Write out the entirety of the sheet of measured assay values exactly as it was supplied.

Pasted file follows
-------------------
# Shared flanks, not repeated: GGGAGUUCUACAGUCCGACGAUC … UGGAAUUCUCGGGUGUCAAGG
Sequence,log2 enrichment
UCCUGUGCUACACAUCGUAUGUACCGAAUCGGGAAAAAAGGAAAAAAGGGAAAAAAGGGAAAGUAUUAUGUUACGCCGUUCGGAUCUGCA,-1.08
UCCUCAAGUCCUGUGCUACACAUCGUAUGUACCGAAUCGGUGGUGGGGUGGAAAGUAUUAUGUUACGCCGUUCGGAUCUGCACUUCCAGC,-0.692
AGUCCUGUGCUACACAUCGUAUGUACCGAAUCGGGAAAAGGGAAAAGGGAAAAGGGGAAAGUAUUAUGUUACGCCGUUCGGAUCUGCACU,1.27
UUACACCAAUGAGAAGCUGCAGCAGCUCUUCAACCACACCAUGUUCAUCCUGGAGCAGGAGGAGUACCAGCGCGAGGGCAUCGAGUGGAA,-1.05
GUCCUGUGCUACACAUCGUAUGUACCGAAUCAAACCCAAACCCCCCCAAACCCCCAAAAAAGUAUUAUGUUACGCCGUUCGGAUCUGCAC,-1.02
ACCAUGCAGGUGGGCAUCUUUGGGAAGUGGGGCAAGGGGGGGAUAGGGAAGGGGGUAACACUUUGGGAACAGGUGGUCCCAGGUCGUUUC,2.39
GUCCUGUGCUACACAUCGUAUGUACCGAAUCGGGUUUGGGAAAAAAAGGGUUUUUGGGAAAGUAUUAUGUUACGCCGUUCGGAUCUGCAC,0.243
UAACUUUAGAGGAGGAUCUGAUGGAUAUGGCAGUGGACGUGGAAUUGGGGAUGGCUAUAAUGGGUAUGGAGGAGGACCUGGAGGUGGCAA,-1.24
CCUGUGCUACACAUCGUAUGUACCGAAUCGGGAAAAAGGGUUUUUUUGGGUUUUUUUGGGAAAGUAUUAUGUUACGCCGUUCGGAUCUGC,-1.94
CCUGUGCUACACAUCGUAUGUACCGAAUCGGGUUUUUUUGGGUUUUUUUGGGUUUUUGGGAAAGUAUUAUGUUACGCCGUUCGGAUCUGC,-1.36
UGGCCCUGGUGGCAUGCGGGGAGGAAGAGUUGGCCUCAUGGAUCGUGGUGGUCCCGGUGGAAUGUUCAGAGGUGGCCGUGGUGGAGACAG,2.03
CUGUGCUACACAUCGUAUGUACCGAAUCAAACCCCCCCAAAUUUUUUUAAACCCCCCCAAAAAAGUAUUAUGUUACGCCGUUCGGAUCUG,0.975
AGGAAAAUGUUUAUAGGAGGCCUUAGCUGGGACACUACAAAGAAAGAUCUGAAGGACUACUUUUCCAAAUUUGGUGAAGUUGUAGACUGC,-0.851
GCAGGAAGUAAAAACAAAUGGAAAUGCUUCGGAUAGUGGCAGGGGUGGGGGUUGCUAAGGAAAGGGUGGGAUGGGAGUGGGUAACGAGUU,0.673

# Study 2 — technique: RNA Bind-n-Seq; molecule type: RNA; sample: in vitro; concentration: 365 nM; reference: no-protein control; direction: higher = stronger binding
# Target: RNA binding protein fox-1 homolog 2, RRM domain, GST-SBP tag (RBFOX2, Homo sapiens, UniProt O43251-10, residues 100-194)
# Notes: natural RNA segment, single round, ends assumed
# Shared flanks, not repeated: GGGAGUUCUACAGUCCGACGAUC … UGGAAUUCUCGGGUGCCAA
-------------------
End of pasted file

# Shared flanks, not repeated: GGGAGUUCUACAGUCCGACGAUC … UGGAAUUCUCGGGUGUCAAGG
Sequence,log2 enrichment
UCCUGUGCUACACAUCGUAUGUACCGAAUCGGGAAAAAAGGAAAAAAGGGAAAAAAGGGAAAGUAUUAUGUUACGCCGUUCGGAUCUGCA,-1.08
UCCUCAAGUCCUGUGCUACACAUCGUAUGUACCGAAUCGGUGGUGGGGUGGAAAGUAUUAUGUUACGCCGUUCGGAUCUGCACUUCCAGC,-0.692
AGUCCUGUGCUACACAUCGUAUGUACCGAAUCGGGAAAAGGGAAAAGGGAAAAGGGGAAAGUAUUAUGUUACGCCGUUCGGAUCUGCACU,1.27
UUACACCAAUGAGAAGCUGCAGCAGCUCUUCAACCACACCAUGUUCAUCCUGGAGCAGGAGGAGUACCAGCGCGAGGGCAUCGAGUGGAA,-1.05
GUCCUGUGCUACACAUCGUAUGUACCGAAUCAAACCCAAACCCCCCCAAACCCCCAAAAAAGUAUUAUGUUACGCCGUUCGGAUCUGCAC,-1.02
ACCAUGCAGGUGGGCAUCUUUGGGAAGUGGGGCAAGGGGGGGAUAGGGAAGGGGGUAACACUUUGGGAACAGGUGGUCCCAGGUCGUUUC,2.39
GUCCUGUGCUACACAUCGUAUGUACCGAAUCGGGUUUGGGAAAAAAAGGGUUUUUGGGAAAGUAUUAUGUUACGCCGUUCGGAUCUGCAC,0.243
UAACUUUAGAGGAGGAUCUGAUGGAUAUGGCAGUGGACGUGGAAUUGGGGAUGGCUAUAAUGGGUAUGGAGGAGGACCUGGAGGUGGCAA,-1.24
CCUGUGCUACACAUCGUAUGUACCGAAUCGGGAAAAAGGGUUUUUUUGGGUUUUUUUGGGAAAGUAUUAUGUUACGCCGUUCGGAUCUGC,-1.94
CCUGUGCUACACAUCGUAUGUACCGAAUCGGGUUUUUUUGGGUUUUUUUGGGUUUUUGGGAAAGUAUUAUGUUACGCCGUUCGGAUCUGC,-1.36
UGGCCCUGGUGGCAUGCGGGGAGGAAGAGUUGGCCUCAUGGAUCGUGGUGGUCCCGGUGGAAUGUUCAGAGGUGGCCGUGGUGGAGACAG,2.03
CUGUGCUACACAUCGUAUGUACCGAAUCAAACCCCCCCAAAUUUUUUUAAACCCCCCCAAAAAAGUAUUAUGUUACGCCGUUCGGAUCUG,0.975
AGGAAAAUGUUUAUAGGAGGCCUUAGCUGGGACACUACAAAGAAAGAUCUGAAGGACUACUUUUCCAAAUUUGGUGAAGUUGUAGACUGC,-0.851
GCAGGAAGUAAAAACAAAUGGAAAUGCUUCGGAUAGUGGCAGGGGUGGGGGUUGCUAAGGAAAGGGUGGGAUGGGAGUGGGUAACGAGUU,0.673

# Study 2 — technique: RNA Bind-n-Seq; molecule type: RNA; sample: in vitro; concentration: 365 nM; reference: no-protein control; direction: higher = stronger binding
# Target: RNA binding protein fox-1 homolog 2, RRM domain, GST-SBP tag (RBFOX2, Homo sapiens, UniProt O43251-10, residues 100-194)
# Notes: natural RNA segment, single round, ends assumed
# Shared flanks, not repeated: GGGAGUUCUACAGUCCGACGAUC … UGGAAUUCUCGGGUGCCAA